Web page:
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Employer Quotes

The quotes below are from employers in this industry: Health Care

They are talking about this topic: Educational Partnerships


The quotes below are about this issue:
Respondents suggest curricular improvements such as more coursework on patient communication (including critical conversations before clinical and interwoven with clinical practice), gerontology, molecular, ICD-10 coding, professionalism, using simulations, and project management.

Employer Quote Region
"Again, they're lacking experience. Sometimes it would be helpful if—you know, we do so much in the hospital environment with process improvement, and I don't know if there's a way to incorporate some of those tools? And new technologies in the laboratory—molecular is exploding, and they're not coming with a very strong molecular background. But it's such a changing science, I don't have the answer for how we would incorporate that..." Metro
"The big rock-your-socks-off change is in medical coding and billing. That's going to happen when we go to ICD-10. And that's never thought of in the health care sector, but we have people at the clinic sites and other areas who have to understand this, so that it gets billed and coded correctly. It's going to be a big deal.

Question: Is that something that the training, whether it's MnSCU or somebody else, could be built into the curriculum?

Employer: They're starting to build it in. But my point is that things are going to happen fast, so it can't be a build-it-one-time model because, a year from now, you're going to have to build it again. It's a flexibility that adjusts to the ever-changing environment."
"Give them some skills in project management that can be applied to changes that are happening in our world. So, basic project management skills would help, and then some foundation type of leadership skills." Metro
"Two key areas I think would be helpful if we could teach them would be skills of quality or process improvement—things like having them understand how to understand metrics of where they are today, and where they want to go. Not only in lab from a process perspective, but even from understanding how you improve care and understand outcomes. I don't see a lot of understanding on how to set these kinds of measurements and metrics." Metro
"Employer 1: So, if you could add one class to the curriculum for an RN, an LPN, a lab tech, or somebody else...?

Employer 2: How to be an exceptional employee. And that's where you talk about what makes you either rank-and-file, middle-of-the-road, a good enough employee or what really makes you stand out—whether it's on your floor, in your unit, in your practice, or whatever it is. And it's the kind of things we're talking about, being adaptable, having a good work ethic, getting there early, and having your cup of coffee before you sit down at your desk. Not putting your coat down and then meandering off someplace else. How, in fact, to be the person that you would want caring for your mother if she were in that bed or in that exam room."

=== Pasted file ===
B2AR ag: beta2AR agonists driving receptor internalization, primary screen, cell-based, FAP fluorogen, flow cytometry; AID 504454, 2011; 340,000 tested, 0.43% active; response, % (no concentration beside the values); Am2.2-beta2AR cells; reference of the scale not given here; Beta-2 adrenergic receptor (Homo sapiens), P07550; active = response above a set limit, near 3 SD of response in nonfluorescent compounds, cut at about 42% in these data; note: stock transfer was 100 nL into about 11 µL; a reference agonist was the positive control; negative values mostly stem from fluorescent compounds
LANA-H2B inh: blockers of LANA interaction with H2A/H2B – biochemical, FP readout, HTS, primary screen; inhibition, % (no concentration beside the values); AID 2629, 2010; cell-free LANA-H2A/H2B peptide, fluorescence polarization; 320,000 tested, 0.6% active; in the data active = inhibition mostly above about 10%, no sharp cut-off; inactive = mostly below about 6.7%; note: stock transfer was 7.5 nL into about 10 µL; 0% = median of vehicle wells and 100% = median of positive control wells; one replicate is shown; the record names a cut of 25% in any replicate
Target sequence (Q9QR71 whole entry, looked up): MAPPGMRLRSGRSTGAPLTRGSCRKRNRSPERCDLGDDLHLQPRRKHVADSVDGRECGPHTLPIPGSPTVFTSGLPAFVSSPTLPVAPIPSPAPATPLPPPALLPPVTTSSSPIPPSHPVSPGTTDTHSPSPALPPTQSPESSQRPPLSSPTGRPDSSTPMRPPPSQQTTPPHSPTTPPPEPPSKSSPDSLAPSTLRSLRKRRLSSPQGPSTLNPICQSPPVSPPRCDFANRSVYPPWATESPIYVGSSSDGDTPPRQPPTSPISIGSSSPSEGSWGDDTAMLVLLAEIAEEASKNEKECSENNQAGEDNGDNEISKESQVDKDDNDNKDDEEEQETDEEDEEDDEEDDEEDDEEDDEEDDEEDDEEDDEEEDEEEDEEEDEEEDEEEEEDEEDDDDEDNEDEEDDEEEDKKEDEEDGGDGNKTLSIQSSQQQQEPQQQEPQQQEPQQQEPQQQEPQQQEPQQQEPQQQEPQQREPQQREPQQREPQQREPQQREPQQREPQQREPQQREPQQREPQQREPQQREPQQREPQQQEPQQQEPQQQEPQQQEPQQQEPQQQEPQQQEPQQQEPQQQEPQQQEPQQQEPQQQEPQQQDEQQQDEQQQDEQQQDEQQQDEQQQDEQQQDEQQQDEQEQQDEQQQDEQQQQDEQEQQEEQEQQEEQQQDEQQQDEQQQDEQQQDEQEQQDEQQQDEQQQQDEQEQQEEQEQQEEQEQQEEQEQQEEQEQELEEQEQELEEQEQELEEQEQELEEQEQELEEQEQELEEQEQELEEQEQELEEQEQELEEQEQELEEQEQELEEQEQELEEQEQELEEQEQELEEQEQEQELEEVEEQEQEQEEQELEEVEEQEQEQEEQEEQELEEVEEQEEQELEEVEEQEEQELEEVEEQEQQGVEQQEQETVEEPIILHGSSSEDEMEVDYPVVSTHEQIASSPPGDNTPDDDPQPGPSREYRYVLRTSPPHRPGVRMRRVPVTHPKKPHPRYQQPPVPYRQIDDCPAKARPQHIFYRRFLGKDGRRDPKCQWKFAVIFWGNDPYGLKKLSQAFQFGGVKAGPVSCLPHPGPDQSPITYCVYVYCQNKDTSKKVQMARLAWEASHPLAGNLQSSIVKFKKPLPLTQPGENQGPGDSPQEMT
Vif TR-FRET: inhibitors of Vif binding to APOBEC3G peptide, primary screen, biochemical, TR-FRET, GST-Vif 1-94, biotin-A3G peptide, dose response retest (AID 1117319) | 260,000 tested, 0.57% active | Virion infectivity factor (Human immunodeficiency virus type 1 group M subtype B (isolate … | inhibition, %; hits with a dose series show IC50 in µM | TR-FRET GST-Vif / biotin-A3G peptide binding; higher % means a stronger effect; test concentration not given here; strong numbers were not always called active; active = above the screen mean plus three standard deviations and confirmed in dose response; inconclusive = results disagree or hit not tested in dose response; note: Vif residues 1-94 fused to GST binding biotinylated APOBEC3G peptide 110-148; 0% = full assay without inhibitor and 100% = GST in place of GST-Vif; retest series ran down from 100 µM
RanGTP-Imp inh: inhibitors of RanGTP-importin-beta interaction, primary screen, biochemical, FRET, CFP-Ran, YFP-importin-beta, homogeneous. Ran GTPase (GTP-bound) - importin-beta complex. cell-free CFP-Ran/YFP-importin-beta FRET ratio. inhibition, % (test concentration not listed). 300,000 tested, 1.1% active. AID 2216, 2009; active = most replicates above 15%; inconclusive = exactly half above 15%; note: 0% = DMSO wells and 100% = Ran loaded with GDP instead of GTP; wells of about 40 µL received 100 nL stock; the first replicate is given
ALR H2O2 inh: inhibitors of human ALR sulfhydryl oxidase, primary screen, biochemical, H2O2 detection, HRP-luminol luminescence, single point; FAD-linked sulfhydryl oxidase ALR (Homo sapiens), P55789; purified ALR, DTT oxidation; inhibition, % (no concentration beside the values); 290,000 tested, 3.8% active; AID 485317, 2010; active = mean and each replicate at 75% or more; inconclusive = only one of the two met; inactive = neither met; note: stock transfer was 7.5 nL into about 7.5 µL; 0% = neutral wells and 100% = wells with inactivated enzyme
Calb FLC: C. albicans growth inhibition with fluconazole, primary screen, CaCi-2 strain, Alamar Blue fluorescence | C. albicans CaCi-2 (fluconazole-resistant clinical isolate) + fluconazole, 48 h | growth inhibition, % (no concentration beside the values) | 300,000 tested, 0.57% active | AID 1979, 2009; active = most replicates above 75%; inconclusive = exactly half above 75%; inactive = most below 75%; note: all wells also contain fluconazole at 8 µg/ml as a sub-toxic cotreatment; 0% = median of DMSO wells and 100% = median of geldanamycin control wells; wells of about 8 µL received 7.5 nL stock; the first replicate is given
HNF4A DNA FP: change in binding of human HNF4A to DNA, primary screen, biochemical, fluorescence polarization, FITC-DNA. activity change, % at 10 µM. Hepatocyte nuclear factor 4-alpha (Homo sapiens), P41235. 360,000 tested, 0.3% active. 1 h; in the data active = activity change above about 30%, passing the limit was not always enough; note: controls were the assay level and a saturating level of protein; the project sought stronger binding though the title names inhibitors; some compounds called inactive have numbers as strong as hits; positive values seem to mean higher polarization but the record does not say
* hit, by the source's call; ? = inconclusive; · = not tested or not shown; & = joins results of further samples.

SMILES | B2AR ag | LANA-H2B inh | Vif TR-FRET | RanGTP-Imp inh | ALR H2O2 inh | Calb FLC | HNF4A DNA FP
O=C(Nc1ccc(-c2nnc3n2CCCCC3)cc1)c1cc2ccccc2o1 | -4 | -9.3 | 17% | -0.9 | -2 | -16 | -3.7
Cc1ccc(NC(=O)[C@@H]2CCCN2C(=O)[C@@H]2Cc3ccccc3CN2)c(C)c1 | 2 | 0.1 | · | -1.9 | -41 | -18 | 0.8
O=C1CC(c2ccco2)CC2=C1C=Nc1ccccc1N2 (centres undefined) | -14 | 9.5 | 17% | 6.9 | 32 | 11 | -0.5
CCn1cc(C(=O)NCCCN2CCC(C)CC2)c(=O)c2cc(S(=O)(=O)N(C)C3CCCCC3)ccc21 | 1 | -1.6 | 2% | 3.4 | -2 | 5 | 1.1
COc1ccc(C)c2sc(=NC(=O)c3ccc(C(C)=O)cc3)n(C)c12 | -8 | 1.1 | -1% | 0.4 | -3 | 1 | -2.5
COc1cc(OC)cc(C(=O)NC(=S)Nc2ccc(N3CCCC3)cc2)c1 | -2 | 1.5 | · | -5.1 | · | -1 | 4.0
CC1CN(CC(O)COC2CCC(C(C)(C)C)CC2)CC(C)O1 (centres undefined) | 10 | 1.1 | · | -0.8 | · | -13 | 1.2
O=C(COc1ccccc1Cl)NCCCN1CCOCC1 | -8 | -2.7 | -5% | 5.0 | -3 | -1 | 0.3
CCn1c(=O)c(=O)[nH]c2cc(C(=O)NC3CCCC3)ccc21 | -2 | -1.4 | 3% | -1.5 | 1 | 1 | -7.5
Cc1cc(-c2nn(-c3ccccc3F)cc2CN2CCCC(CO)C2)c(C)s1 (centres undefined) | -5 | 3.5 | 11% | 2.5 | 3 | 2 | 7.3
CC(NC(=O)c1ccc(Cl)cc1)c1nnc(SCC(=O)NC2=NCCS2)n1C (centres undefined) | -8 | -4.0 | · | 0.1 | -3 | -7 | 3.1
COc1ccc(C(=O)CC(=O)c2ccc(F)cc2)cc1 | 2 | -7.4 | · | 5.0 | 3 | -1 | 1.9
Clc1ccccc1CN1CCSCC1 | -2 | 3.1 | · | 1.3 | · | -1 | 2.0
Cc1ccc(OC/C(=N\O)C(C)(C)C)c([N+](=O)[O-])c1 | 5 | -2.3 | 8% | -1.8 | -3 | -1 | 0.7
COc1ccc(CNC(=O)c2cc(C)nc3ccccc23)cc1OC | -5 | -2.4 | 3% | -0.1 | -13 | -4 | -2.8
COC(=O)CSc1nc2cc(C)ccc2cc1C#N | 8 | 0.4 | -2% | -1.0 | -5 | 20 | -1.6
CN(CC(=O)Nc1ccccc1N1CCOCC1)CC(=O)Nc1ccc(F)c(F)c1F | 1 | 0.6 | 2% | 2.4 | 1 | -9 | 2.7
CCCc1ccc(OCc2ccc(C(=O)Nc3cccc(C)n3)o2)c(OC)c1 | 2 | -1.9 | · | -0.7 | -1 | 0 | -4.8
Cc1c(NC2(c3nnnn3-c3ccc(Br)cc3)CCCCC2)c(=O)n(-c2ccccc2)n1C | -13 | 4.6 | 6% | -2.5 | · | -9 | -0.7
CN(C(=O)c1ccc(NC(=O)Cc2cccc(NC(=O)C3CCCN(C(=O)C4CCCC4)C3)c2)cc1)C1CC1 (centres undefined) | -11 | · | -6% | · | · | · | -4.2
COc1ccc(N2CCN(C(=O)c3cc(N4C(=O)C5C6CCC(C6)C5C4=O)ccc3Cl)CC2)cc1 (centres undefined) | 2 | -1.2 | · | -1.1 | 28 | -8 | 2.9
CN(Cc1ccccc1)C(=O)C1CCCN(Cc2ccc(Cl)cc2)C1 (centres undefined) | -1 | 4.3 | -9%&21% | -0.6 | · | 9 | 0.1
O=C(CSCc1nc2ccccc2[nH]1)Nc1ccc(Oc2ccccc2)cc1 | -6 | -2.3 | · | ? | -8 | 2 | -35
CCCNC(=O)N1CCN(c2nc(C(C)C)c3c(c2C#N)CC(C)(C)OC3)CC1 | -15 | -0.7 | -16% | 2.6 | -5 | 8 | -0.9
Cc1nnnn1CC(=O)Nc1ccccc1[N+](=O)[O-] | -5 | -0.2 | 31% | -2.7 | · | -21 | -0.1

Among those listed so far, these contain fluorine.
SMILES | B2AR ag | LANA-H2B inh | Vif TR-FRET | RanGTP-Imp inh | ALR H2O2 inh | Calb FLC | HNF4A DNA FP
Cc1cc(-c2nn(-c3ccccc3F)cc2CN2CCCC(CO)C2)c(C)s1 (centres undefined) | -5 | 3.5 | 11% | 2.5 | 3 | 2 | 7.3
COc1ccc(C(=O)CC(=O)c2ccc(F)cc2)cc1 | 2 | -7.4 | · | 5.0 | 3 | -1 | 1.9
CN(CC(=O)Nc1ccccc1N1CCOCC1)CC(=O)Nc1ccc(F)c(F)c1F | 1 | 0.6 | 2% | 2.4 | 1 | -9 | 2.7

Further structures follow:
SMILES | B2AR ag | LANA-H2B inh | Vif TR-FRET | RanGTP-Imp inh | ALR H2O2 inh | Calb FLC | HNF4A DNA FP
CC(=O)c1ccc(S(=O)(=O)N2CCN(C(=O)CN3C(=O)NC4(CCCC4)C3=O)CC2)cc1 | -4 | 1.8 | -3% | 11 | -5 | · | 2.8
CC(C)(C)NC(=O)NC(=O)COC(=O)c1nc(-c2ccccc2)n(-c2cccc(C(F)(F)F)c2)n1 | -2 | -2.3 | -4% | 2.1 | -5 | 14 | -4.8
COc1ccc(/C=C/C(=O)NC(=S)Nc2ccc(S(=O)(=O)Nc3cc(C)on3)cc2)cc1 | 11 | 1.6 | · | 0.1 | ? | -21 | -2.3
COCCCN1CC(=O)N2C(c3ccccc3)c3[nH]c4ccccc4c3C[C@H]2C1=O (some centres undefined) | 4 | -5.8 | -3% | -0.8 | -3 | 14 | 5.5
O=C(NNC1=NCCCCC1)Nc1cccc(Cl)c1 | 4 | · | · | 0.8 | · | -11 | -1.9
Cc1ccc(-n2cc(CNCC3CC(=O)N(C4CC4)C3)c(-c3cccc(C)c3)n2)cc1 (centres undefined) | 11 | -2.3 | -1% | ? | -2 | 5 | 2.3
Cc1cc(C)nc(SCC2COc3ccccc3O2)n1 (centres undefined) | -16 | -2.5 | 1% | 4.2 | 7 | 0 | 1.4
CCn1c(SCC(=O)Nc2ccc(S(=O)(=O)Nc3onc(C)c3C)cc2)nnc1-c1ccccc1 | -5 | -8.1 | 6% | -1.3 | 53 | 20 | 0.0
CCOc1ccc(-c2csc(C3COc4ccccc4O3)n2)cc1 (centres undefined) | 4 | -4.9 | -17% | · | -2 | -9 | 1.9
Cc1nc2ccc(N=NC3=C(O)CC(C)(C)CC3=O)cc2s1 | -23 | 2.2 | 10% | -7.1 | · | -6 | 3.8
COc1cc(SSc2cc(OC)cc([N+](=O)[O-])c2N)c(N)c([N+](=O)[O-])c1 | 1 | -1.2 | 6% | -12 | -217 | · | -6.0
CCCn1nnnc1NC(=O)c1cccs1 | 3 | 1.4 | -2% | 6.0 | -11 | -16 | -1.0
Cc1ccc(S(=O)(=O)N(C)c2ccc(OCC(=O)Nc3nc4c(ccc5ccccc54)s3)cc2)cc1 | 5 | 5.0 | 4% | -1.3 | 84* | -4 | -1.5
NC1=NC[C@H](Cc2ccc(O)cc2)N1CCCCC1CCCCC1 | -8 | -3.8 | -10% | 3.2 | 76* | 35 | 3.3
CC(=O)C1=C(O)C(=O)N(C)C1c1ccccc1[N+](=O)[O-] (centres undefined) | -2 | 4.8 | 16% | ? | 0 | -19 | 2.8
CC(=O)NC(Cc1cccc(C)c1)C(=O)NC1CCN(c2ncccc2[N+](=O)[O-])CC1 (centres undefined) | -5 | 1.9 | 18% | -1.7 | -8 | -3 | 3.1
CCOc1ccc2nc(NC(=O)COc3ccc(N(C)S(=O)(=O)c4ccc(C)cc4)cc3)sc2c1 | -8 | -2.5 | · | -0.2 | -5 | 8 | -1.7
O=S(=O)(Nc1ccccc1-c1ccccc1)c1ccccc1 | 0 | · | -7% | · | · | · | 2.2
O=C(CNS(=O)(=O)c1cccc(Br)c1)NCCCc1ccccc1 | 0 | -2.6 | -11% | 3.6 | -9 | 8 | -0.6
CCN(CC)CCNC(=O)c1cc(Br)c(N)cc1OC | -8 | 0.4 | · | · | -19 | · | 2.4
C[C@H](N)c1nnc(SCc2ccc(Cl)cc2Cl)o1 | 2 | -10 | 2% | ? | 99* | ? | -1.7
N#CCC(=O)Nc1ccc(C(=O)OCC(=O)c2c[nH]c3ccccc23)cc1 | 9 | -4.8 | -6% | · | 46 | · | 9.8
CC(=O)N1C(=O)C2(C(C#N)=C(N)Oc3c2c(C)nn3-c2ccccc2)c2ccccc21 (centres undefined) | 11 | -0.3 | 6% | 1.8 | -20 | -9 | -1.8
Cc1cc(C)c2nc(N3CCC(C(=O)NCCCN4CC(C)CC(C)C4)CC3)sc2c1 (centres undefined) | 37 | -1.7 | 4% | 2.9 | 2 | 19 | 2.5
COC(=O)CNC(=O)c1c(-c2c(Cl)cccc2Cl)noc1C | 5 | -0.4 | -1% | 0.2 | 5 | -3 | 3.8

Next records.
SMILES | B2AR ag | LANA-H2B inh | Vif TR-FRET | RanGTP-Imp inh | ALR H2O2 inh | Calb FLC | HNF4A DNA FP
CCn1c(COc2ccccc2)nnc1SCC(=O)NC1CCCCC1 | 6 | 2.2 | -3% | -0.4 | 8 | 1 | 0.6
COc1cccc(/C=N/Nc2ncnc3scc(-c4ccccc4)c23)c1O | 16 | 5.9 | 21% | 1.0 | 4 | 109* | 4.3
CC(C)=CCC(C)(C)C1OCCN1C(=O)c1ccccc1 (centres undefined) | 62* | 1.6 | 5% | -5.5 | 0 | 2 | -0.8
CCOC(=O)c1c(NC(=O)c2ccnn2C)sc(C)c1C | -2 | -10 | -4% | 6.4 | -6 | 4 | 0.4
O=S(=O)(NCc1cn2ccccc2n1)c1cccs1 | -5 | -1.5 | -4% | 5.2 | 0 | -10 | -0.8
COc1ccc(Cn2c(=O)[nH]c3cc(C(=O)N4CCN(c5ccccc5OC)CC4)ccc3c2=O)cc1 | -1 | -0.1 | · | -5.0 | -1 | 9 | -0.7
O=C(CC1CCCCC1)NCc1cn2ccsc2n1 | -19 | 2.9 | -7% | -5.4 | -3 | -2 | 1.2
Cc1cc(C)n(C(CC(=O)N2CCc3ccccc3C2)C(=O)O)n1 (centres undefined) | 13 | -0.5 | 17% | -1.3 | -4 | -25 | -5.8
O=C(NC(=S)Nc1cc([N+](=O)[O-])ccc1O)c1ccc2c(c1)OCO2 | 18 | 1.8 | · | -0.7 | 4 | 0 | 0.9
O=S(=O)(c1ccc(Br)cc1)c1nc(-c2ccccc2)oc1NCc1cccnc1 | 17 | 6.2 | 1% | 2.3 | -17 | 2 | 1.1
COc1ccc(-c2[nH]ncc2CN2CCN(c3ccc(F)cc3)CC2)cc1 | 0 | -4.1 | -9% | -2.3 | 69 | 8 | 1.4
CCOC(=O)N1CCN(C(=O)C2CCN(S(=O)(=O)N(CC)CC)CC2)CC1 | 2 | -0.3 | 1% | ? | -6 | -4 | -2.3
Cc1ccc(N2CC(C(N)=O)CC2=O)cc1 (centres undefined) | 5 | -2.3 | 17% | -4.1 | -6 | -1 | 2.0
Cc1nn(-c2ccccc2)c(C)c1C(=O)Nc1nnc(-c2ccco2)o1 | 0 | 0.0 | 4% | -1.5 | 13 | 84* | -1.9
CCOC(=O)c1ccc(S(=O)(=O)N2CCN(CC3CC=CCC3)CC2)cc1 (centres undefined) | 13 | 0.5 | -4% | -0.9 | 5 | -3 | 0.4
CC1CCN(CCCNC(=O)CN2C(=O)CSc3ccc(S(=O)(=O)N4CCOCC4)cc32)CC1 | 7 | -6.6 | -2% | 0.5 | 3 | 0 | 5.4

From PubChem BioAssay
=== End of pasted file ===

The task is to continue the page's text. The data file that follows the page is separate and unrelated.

"You could even have the professors be on their iPhones and texting, instead of talking to the kids at the beginning of the class, so they could model the behavior. 'Oh, sorry, maybe I shouldn't be so distracted when you deserve my full attention.'" Northeast
"It's kind of like pilot training—you know, they put them on a simulator, and it's like, okay, let's see what happens when you fly the plane. 'Oh, this'll be easy. Oh, no—I crashed!' That kind of thing happens and we could we do that in health care, too. So, that we see that the actions that we take actually have life or death consequences, just like if you're flying a plane." Northeast
"You were talking about how you teach relational skills or any of those kinds of things. I've been thinking about that, too. I'm wondering whether this is a generational thing—where that's learned visually—through movies and stories and TV and all that kind of thing—and I'm wondering whether there could be episodic experiences? Whether, say, they watch an episode of Grey's Anatomy that happened to deal with somebody being on the iPod and not paying attention to the patient or something. I don't know if there really is that episode. But there are episodes out there that do explore the various issues. Or you could have a simulation where—a little Sim City episode—where you put somebody you really love in the hospital bed, and then the person who's taking care of them starts texting, and you actually watch the patient crash or die because the caregiver was doing something else. It's all in simulation, but..." Northeast